Brazilian politics is worn out, the political reform intended by the legislators who occupy Congress today is only a disguise to perpetuate the same party system in force.
The political system is deeply corrupt, as was shown in the vote on the prosecution of the investigation against President Temer accused of negotiating a bribe with a meat entrepreneur.
In May, a major local newspaper, O Globo, obtained a recording allegedly revealing the president’s discussions about bribes with the owner of Brazil’s JBS, the biggest meatpacking company in the world.
Batista revealed a tape record into the presidential residence late one evening in March where the president was muttering acknowledgements while the butcher rattled on about all of the people he was paying off and those he was planning to bribe.
Following the publication, Prosecutor General Rodrigo Janot formally accused Temer of corruption, filing the charges with the Chamber of Deputies, the lower house of the Brazil’s parliament.
A large number of lawmakers in Congress face charges of corruption or are being formally prosecuted. It is not reasonable to imagine that these same politicians could legislate against their interests.
The low quality of Brazil’s legislators, most of whom are not directly elected by the public but instead are chosen by party leaders thanks to the proportional representation electoral system, is a source of disenchantment for voters.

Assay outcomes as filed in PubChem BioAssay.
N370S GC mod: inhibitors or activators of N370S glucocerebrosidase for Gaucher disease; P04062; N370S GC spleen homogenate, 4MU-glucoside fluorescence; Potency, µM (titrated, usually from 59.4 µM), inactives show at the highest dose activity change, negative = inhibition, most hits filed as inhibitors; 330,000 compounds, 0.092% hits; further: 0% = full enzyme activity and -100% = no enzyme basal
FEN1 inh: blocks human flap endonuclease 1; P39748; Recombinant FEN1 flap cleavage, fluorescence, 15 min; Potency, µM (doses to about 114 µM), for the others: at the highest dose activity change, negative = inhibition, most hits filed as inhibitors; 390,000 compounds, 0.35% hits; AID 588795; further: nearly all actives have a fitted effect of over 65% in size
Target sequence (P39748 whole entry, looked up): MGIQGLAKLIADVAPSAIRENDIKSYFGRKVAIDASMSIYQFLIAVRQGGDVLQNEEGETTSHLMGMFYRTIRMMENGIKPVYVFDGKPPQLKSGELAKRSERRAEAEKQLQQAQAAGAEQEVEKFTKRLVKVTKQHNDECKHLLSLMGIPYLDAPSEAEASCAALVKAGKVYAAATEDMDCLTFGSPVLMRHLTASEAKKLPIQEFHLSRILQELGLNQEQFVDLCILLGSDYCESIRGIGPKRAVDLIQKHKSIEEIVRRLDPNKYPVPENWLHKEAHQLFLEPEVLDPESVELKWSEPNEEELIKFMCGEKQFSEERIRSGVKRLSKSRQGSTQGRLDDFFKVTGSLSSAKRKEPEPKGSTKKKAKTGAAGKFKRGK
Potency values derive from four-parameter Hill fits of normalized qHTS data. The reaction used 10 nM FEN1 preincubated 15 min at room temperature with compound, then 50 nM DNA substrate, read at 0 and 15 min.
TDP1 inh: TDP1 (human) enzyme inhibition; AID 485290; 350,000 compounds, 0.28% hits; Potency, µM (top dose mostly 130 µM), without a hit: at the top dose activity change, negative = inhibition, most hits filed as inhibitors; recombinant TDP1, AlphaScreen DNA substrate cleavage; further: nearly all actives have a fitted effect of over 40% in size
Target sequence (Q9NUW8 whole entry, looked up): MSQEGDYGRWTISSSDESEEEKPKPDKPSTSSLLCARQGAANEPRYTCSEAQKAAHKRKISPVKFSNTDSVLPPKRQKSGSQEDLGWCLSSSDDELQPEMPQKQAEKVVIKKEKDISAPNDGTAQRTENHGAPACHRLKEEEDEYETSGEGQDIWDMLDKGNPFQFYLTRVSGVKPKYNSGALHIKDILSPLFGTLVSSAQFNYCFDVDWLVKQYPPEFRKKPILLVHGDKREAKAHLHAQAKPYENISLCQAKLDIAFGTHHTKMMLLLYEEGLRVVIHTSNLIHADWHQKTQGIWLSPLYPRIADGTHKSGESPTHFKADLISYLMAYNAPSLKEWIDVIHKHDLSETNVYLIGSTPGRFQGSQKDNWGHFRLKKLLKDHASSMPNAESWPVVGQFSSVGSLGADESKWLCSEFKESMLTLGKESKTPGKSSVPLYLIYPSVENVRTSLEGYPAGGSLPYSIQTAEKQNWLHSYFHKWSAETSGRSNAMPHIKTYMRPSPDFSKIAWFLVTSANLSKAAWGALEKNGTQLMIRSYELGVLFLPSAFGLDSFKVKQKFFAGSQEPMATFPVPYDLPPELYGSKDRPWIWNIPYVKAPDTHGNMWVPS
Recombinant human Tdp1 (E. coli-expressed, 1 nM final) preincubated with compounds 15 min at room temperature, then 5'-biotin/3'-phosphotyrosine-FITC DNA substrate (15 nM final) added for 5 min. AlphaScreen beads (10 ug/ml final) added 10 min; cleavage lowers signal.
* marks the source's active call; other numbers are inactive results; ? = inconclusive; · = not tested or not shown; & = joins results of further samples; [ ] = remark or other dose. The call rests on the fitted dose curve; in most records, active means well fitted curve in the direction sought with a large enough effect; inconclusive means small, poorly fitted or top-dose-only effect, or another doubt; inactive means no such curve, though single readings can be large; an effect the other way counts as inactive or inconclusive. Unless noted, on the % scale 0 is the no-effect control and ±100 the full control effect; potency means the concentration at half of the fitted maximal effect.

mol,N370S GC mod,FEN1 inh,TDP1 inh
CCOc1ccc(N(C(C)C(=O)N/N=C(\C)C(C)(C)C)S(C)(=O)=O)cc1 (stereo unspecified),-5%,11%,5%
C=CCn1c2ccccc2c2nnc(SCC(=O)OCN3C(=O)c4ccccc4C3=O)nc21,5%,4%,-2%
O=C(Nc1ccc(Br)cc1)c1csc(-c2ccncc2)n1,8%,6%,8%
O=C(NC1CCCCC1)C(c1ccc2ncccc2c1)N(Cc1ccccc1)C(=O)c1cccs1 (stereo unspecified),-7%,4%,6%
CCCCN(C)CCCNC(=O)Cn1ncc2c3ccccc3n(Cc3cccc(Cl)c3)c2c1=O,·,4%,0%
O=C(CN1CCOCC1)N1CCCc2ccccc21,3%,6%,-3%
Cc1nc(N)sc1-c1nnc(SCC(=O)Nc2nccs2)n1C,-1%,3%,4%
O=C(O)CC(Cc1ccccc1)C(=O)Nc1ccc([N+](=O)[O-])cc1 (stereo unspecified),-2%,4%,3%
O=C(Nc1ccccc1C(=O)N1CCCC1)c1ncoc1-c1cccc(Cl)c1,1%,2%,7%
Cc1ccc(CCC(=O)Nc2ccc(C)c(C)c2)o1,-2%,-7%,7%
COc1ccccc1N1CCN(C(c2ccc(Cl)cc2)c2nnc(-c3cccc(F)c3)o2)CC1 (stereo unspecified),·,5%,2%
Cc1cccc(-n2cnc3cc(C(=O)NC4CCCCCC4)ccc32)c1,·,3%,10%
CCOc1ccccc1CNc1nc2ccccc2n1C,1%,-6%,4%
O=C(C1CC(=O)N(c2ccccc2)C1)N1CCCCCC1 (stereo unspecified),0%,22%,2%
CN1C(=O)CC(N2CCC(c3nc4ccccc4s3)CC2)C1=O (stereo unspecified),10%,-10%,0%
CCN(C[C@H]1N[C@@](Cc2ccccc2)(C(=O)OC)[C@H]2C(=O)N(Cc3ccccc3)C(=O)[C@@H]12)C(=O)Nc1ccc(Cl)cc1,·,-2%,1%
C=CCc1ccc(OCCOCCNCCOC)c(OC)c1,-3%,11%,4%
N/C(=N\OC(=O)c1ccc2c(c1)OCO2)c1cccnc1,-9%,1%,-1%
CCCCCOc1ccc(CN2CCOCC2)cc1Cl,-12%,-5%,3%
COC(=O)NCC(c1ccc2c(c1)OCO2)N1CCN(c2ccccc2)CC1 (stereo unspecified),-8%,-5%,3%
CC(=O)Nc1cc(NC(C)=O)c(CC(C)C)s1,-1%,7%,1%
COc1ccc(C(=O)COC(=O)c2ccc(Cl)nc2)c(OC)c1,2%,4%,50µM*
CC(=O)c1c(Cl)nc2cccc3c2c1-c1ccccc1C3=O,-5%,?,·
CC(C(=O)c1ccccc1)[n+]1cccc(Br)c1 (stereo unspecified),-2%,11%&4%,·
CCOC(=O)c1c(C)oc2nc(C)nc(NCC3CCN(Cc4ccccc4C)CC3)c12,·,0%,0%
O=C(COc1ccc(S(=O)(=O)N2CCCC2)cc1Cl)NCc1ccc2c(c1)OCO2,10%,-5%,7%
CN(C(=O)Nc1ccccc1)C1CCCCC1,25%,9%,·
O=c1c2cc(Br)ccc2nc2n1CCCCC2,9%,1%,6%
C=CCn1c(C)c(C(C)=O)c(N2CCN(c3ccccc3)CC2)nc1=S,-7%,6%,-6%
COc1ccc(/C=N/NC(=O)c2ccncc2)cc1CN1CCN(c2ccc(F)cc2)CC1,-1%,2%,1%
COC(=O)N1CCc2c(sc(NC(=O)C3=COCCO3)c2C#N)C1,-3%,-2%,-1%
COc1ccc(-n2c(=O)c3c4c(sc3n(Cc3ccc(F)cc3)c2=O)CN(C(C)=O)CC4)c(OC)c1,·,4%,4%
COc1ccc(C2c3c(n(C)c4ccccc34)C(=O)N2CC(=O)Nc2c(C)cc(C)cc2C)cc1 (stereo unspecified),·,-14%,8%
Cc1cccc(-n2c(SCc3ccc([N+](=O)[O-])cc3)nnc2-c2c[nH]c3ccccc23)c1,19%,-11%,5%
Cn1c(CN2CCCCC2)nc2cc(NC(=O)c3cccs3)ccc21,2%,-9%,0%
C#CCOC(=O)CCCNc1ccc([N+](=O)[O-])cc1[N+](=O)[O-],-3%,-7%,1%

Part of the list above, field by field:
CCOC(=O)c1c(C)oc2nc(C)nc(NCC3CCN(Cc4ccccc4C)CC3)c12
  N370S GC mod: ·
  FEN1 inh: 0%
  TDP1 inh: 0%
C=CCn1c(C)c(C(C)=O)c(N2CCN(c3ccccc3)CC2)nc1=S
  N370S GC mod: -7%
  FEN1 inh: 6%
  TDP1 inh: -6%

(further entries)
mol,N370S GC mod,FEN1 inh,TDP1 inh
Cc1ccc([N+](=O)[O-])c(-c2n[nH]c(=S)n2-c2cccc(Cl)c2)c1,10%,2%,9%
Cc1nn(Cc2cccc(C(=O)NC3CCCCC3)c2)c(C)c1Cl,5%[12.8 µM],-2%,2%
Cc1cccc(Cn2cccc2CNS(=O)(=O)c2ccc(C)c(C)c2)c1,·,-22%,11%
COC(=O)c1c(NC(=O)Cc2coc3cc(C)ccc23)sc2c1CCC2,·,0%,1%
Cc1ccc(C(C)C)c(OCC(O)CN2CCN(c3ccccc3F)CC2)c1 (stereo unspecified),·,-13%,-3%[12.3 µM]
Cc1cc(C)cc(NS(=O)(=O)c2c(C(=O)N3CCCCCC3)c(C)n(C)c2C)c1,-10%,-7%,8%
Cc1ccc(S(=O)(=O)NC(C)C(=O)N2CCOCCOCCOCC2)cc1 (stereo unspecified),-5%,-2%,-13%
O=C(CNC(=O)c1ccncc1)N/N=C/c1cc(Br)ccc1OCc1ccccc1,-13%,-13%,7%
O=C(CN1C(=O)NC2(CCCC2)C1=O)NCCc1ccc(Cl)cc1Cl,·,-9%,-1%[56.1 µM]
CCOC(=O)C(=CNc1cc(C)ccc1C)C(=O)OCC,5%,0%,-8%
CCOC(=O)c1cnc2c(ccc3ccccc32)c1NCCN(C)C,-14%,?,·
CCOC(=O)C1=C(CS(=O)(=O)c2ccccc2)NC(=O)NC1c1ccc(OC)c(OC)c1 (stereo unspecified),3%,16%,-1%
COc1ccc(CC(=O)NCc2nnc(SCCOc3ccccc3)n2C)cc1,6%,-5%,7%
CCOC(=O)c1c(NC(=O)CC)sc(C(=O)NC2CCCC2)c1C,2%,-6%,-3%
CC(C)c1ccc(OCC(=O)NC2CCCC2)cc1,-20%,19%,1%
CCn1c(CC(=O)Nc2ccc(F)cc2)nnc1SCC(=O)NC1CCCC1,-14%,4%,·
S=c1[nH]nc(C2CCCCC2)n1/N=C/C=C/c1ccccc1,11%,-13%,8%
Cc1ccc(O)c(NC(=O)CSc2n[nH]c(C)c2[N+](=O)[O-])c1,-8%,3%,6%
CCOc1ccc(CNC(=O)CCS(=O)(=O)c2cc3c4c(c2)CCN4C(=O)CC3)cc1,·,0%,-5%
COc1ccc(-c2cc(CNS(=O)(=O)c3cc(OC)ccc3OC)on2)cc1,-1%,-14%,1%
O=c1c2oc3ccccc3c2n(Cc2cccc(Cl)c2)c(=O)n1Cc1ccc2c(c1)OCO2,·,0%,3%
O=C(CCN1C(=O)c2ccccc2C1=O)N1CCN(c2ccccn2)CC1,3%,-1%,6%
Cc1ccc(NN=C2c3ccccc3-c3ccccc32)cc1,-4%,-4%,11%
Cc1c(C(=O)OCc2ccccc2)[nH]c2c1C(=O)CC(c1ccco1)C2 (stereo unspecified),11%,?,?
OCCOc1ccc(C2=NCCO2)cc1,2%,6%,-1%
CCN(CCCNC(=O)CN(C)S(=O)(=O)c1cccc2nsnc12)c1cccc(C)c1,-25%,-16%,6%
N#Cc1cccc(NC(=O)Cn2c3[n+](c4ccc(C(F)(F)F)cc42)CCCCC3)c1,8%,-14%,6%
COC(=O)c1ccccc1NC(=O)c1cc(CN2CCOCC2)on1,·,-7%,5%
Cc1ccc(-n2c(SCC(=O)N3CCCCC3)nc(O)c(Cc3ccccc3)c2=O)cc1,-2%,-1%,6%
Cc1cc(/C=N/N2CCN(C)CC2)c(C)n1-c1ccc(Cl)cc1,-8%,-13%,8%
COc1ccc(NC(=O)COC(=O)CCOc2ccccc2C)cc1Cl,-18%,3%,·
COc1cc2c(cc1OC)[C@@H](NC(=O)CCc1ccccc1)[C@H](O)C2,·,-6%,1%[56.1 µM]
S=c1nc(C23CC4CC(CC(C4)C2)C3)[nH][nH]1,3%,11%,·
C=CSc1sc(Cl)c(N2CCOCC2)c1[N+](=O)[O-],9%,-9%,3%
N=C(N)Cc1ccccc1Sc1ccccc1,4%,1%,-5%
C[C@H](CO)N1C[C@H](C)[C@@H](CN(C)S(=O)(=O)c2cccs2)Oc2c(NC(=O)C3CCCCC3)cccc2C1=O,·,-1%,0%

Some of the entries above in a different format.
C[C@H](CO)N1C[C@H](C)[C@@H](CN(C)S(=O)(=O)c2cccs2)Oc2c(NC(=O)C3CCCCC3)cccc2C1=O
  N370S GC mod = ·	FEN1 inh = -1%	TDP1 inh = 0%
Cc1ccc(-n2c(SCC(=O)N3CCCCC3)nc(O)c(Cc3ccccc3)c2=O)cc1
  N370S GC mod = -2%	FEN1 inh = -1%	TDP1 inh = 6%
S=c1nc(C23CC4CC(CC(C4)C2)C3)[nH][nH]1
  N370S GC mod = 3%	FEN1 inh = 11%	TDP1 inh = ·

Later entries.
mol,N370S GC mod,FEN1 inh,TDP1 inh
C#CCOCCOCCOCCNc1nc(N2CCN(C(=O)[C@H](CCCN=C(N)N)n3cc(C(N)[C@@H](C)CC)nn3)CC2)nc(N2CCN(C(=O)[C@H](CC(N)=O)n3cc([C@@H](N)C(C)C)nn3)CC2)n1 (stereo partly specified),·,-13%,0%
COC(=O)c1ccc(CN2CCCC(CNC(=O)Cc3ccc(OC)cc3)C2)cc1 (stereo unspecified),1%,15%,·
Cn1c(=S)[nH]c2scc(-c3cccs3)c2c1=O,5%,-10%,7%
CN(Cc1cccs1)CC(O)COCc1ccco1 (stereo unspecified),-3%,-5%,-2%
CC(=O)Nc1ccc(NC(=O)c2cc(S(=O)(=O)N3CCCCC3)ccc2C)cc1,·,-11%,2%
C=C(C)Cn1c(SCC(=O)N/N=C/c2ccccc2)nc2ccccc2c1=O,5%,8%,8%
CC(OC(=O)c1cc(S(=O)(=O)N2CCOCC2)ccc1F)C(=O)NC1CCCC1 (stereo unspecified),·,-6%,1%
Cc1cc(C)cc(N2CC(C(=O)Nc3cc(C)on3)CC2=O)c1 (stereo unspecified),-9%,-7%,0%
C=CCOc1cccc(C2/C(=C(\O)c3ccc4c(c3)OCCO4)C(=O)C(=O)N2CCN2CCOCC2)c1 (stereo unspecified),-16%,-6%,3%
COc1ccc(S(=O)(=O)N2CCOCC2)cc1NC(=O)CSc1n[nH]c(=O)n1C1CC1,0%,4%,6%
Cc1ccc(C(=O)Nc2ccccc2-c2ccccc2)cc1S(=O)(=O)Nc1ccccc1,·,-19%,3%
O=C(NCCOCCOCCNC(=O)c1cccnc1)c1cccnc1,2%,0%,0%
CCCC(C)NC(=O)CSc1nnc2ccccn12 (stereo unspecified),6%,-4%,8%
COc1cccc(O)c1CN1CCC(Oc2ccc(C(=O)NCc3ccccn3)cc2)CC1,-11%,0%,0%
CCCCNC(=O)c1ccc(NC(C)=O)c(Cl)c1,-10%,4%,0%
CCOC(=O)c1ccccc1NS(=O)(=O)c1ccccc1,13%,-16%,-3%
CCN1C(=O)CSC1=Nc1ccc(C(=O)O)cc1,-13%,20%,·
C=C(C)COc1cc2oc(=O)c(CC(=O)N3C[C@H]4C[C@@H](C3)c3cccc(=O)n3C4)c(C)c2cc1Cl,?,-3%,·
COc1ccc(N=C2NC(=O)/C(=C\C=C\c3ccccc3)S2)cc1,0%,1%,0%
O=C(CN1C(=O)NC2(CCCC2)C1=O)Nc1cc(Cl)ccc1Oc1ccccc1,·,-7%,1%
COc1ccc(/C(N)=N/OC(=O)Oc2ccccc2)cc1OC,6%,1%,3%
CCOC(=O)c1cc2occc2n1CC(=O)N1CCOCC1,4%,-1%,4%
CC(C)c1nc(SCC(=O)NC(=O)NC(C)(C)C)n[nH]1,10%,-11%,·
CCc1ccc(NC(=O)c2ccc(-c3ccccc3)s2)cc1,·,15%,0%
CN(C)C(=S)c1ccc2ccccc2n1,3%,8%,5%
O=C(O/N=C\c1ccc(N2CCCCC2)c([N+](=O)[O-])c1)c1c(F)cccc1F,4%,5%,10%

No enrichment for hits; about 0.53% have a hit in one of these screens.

With a presidential election coming up in October 2018, Brazilians are looking for a way to bring changes to their political system, Paulo Ernani, tax auditor and master in public administration from Columbia University, said.
“Brazilians want changes but they don’t know how to do that. If the political system doesn’t change, how someone new in the political arena could have the support of those political parties? The only solution right now is to accept independent candidates,” Ernani explained.
Leonardo Fernandes, policy analyst to the Contas Abertas watchdog group, also believes that society could “voice its discontent” in the next presidential election.
“There is even a chance of an outsider to run and win,” Fernandes said, adding that the country has probably already reached the lowest point of the current crisis.
In December, the Senate passed a constitutional amendment known as PEC55, which implies freezing government spending on such public sectors as health, education and infrastructure for the next 20 years, attributing the changes in spending to inflation rates. The reform was sharply criticized both by the public, sparking massive protests across the country.
“His austerity policies are fake, since he keeps spending billions on suspicious enterprises and he hasn’t ordered an auditing in the Federal government,” Paulo Ernani said.
Fernandes added that “there is an exhaustion sentiment widespread,” as the crisis has been ongoing for a long time.
“People want to move on and hope that the economy starts to improve, so the unemployment goes down and prices stop increasing due to inflation,” Fernandes explained.
The scandals over corruption cases have been surrounding Brazilian top-level officials for years now, and apart of impeachment of ex-President Rousseff include the recent conviction of former President Luiz Inacio Lula da Silva, who was sentenced to almost ten years in prison in July.
If current political parties are dominated by corruption, perhaps the last chance is to allow independent candidates in the next elections to allow oxygenation of the system. The Brazilian Constitution is ambiguous about this possibility.